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Auto Lending Gains Set the Pace for Texas Credit Unions in 2013
Tuesday, February 25, 2014 6:45 AM

Texas credit unions finished 2013 on a strong note, benefitting from continued improvements in both economic and labor market conditions.

In a sign that Texas’s economy continues to perform at a high level, credit union loan growth in the state outpaced savings growth by a wide margin in 2013. Overall, credit union loan portfolios grew by 2.9 percent (11.6 percent annualized) in the final three months of the year and by 9.4 percent in the 12 months ending December 2013. In contrast, savings balances increased by 0.5 percent (2.0 percent annualized) in the fourth quarter and by 4.7 percent in the year. 

The 9.4 percent full-year loan portfolio increase was the largest percentage gain Texas credit unions experienced in a decade and the 2013 tally also represented the second consecutive year that annual credit union loan growth exceeded savings growth in the state. In contrast, loan growth rates lagged savings growth each year throughout the 2007 to 2011 period.  

First mortgage and automobile lending continued to drive overall loan growth results in 2013 as improving labor markets and pent-up demand pulled more consumers into big-ticket purchases.  The surge in borrowing activity in Texas was reflected in a 12.8% full-year jump in first mortgage loans and a 10.3 percent increase in used vehicle loans. 

Importantly, strong 2013 lending results were not limited to the mortgage and used auto arenas – gains were broad-based with increases evident in nearly every key loan category: Texas credit union personal unsecured loan balances increased by 11.7 percent in the year, while new vehicle loans and credit card balances increased 8.2 percent and 6.0 percent respectively.  Business loans increased 2.6 percent in the year.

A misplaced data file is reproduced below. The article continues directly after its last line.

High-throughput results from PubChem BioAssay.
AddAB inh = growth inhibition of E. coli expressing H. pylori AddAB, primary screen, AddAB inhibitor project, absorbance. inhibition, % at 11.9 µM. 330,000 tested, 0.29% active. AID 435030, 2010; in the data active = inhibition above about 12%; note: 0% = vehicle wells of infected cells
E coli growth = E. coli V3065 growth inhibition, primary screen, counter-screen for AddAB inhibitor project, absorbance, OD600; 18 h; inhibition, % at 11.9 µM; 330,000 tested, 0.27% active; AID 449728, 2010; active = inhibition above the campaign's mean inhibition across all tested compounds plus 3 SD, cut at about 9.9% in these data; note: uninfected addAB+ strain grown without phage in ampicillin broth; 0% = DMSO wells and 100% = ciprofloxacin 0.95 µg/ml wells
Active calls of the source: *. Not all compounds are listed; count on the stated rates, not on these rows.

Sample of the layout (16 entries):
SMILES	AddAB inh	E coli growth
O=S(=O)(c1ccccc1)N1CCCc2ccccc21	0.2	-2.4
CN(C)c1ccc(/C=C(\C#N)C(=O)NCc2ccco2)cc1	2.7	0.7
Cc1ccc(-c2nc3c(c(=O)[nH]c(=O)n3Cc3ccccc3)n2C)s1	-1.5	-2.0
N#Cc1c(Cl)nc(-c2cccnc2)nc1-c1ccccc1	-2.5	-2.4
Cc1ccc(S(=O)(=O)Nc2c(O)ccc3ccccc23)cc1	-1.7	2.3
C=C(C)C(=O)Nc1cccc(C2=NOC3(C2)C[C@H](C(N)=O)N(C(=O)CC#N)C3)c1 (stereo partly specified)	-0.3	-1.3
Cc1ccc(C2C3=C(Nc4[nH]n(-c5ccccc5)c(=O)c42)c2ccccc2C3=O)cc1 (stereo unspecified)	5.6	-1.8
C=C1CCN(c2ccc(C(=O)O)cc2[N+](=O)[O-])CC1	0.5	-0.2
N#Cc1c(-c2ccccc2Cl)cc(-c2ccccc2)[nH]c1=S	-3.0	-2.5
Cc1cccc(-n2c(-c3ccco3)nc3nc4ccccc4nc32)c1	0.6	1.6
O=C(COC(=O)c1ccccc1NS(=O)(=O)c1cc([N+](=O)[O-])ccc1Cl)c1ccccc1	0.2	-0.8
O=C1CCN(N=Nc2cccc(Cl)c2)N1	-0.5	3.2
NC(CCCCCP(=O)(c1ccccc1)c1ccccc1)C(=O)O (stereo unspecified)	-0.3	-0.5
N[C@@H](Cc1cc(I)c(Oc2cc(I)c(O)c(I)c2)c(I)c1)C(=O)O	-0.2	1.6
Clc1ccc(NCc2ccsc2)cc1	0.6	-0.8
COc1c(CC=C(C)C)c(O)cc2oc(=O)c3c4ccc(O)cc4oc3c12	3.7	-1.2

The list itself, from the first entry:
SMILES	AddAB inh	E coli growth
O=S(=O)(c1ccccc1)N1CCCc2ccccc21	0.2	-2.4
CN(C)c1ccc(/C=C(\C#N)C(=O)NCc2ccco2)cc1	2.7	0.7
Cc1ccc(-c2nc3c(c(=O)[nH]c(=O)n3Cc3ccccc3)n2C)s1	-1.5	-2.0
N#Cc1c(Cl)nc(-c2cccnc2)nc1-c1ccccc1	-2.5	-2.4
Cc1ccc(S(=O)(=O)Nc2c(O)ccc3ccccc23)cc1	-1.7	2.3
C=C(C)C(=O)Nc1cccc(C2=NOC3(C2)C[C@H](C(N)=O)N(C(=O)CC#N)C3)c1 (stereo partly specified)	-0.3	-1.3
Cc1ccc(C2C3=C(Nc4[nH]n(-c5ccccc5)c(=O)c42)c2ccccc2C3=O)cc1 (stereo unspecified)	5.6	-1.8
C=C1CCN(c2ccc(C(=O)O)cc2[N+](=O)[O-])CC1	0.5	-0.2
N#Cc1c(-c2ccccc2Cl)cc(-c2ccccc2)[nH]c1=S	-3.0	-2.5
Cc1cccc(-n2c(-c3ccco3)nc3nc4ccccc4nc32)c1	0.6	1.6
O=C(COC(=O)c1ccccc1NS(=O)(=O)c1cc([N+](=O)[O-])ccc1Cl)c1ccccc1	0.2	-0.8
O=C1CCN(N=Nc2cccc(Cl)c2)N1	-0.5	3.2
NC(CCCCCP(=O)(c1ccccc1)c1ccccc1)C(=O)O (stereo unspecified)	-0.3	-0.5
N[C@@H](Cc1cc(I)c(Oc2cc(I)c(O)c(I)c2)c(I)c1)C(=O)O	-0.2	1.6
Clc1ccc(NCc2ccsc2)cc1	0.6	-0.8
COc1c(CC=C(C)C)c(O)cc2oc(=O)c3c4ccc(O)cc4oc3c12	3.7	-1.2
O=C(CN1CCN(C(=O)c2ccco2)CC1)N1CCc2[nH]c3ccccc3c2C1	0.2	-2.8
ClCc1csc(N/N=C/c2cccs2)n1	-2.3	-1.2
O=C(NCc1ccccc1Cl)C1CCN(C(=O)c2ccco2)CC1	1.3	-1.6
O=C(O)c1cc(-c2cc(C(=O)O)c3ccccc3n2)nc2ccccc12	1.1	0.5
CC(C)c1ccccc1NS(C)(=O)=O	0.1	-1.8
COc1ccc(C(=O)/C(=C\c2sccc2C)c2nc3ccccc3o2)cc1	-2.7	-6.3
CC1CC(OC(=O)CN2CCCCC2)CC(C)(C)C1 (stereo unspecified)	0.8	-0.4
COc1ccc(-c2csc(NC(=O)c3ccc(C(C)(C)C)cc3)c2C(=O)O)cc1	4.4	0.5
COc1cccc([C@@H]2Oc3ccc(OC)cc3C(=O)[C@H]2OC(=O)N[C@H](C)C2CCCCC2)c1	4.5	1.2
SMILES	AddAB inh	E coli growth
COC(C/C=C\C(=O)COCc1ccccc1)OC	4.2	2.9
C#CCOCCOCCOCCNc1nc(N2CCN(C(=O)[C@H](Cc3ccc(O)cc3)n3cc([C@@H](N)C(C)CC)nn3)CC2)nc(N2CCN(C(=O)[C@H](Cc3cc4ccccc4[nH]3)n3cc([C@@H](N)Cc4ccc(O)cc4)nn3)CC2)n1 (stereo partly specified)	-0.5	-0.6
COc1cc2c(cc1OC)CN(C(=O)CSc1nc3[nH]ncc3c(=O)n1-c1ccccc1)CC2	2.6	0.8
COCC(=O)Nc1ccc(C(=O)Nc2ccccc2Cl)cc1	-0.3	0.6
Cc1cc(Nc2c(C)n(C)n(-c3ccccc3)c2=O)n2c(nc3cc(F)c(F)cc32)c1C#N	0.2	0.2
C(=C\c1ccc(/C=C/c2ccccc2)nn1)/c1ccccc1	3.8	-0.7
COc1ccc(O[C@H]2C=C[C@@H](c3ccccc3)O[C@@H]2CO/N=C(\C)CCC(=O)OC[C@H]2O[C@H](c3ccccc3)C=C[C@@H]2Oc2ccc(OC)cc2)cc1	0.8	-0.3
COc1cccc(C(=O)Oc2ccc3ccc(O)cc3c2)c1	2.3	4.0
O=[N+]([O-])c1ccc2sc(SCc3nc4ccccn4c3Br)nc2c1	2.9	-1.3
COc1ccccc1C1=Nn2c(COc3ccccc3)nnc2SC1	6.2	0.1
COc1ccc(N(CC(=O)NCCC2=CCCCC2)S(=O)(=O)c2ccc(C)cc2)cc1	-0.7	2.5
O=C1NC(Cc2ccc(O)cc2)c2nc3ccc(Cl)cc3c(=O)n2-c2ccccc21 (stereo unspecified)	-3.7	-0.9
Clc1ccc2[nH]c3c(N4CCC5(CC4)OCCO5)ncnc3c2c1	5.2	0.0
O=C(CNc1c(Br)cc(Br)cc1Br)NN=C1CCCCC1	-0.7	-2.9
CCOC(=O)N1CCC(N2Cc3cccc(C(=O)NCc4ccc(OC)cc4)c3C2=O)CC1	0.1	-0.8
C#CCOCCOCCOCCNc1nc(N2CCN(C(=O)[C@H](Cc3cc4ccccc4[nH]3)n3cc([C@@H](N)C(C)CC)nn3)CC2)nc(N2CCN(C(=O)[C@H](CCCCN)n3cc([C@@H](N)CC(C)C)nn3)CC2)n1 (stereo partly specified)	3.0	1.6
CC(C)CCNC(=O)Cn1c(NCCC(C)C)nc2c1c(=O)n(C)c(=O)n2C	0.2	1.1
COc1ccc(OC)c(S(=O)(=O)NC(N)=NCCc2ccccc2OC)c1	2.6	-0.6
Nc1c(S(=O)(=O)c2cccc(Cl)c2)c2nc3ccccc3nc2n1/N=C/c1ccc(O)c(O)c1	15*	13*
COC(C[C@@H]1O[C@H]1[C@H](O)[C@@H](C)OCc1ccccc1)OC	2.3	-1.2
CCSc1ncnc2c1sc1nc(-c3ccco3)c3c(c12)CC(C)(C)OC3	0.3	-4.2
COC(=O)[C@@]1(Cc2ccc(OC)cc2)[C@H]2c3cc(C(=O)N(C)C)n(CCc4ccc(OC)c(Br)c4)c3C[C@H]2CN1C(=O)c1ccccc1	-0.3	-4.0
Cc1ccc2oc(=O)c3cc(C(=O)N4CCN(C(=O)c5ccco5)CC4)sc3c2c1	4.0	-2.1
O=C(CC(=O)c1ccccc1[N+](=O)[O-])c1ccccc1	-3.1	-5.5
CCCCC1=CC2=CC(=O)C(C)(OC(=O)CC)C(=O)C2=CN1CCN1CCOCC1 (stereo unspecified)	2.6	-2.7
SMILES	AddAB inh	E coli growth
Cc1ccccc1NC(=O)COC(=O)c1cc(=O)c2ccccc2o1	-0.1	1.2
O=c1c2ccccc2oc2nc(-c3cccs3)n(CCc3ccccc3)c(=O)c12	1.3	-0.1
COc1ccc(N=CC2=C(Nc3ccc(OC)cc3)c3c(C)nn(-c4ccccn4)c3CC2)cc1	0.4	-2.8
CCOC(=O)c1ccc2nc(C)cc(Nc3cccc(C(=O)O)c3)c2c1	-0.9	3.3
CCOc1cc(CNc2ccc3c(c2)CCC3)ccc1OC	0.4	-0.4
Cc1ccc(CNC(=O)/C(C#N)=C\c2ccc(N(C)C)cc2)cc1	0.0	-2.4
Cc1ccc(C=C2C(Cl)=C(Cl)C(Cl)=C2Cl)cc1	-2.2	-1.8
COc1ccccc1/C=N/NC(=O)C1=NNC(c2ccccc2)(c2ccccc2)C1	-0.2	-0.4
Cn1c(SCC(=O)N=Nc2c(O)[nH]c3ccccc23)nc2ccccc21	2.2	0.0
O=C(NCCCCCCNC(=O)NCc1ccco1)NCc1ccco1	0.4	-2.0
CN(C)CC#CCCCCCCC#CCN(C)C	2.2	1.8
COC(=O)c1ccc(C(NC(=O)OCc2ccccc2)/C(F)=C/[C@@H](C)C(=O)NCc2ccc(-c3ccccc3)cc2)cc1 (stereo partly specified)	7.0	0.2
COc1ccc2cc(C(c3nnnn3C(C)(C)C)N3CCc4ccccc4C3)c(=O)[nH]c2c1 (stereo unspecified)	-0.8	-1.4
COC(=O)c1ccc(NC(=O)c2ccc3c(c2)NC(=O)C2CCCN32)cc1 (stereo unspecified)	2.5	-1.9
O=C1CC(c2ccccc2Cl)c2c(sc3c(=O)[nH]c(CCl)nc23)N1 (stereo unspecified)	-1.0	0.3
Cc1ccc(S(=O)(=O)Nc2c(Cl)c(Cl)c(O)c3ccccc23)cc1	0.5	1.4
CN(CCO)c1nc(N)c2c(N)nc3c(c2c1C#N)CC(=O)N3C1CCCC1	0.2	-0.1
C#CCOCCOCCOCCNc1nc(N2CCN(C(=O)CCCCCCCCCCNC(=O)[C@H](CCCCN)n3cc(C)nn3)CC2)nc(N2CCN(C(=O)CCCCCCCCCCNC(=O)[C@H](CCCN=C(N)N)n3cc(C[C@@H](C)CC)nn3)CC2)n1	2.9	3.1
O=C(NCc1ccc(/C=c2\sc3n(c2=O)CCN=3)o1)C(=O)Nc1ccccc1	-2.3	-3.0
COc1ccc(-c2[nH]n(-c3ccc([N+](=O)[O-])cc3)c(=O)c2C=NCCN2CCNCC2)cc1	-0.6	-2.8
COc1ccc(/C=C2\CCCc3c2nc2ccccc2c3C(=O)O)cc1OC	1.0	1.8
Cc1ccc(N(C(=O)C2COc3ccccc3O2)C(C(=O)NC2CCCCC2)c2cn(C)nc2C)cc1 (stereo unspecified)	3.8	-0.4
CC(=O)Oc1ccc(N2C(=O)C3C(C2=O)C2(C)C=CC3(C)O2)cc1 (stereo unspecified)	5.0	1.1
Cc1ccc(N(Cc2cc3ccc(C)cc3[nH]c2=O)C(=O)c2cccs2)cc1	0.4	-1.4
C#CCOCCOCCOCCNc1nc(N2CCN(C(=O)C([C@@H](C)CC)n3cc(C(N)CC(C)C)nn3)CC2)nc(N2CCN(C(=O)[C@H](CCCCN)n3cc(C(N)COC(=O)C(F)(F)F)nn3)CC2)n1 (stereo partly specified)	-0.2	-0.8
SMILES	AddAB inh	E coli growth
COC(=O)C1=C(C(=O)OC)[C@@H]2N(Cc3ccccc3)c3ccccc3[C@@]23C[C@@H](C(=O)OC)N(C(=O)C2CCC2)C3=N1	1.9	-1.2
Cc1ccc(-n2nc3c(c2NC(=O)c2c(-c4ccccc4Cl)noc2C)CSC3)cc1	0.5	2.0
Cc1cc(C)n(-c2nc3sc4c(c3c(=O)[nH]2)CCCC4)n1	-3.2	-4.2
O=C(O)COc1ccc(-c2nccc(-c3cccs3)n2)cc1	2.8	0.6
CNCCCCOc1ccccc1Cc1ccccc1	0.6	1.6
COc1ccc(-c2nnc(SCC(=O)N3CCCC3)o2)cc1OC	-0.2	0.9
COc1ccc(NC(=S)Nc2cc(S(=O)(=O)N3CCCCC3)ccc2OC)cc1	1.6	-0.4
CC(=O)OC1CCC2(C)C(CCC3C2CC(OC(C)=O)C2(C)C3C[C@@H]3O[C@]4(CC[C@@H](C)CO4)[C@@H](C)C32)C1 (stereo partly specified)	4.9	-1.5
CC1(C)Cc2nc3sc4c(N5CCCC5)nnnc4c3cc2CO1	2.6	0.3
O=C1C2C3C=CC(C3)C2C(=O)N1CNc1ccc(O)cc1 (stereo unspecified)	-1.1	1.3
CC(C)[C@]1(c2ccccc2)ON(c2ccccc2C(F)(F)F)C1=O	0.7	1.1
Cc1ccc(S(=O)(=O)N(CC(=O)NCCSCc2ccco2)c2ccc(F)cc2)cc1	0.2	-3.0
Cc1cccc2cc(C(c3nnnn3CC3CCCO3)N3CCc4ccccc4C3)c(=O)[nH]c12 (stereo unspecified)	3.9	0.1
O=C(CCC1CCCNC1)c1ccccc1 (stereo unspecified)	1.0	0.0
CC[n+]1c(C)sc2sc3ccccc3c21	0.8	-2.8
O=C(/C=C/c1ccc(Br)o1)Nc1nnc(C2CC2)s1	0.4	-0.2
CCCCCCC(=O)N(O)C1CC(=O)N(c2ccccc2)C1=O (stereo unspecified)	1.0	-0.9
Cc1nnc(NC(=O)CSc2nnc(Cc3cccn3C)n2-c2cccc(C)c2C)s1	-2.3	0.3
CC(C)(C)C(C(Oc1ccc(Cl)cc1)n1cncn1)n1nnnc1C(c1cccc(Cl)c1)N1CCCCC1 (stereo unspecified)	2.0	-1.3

Improving labor markets and a healthy housing market rebound both helped consumer finances and put more Texans in the mood to borrow.  For example:

  • Texas’s economy added 252,000 jobs in 2013, which helped to push the state’s unemployment rate down 0.2 percentage points – to 6.0 percent at year-end 2013.  That’s the lowest Texas unemployment rate reported in five years (i.e., since December, 2008) according to the Bureau of Labor Statistics. 
  • Texas home prices continue to firm, with 7.1 percent increase in the year ending September 2013 (the most recent data available). This result was marginally higher than the 7.0 percent full-year 2012 increase according to the Federal Housing Finance Agency’s purchase-only index.  The FHFA data shows Texas home prices now are 11.2 percent higher than pre-recession levels.
  • Household balance sheets continue to improve, reflected in a continued steep decline in credit union borrower-bankruptcy filings.  In all, filings fell by 13.3 percent in the year ended December 2013.

As shown in the following chart, Texas credit unions continue to offer substantial financing advantages on a variety of consumer loans.

Texas Consumer Loan Interest Rate Averages

February 10th 2014 – Source: Informa Research Services


TX Credit Unions

TX Banks

CU-Bank Difference

Credit Card Platinum




Home Equity Loan -70%LTV $25,000/5 Yr.







Unsecured personal $5,000/3 Yr.




New Vehicle – 5 Yr.




Used Vehicle – 4 Yr.





The current average rate on a 5-year new auto loan at the state’s credit unions now averages 1.25 percentage points lower than the comparable rate at the state’s banking institutions.  On a five-year, $30,000 new car loan the credit union advantage saves the average Texas consumer over $200 per year – or $1,000 over the life of the loan.

Texas consumers are increasingly recognizing these and other significant benefits of credit union membership.  Indeed, total memberships in the state’s credit unions grew by 3.57 percent in 2013 – that’s over double the 1.49 percent rate of state population growth in the period according to the US Census Bureau.

[The information in this report is based on a sample of large Texas credit union operating results.  This quarter’s report is based on results of 35 percent of all Texas credit unions that collectively serve 90 percent of the members and manage 94 percent of the assets in credit unions throughout the state.]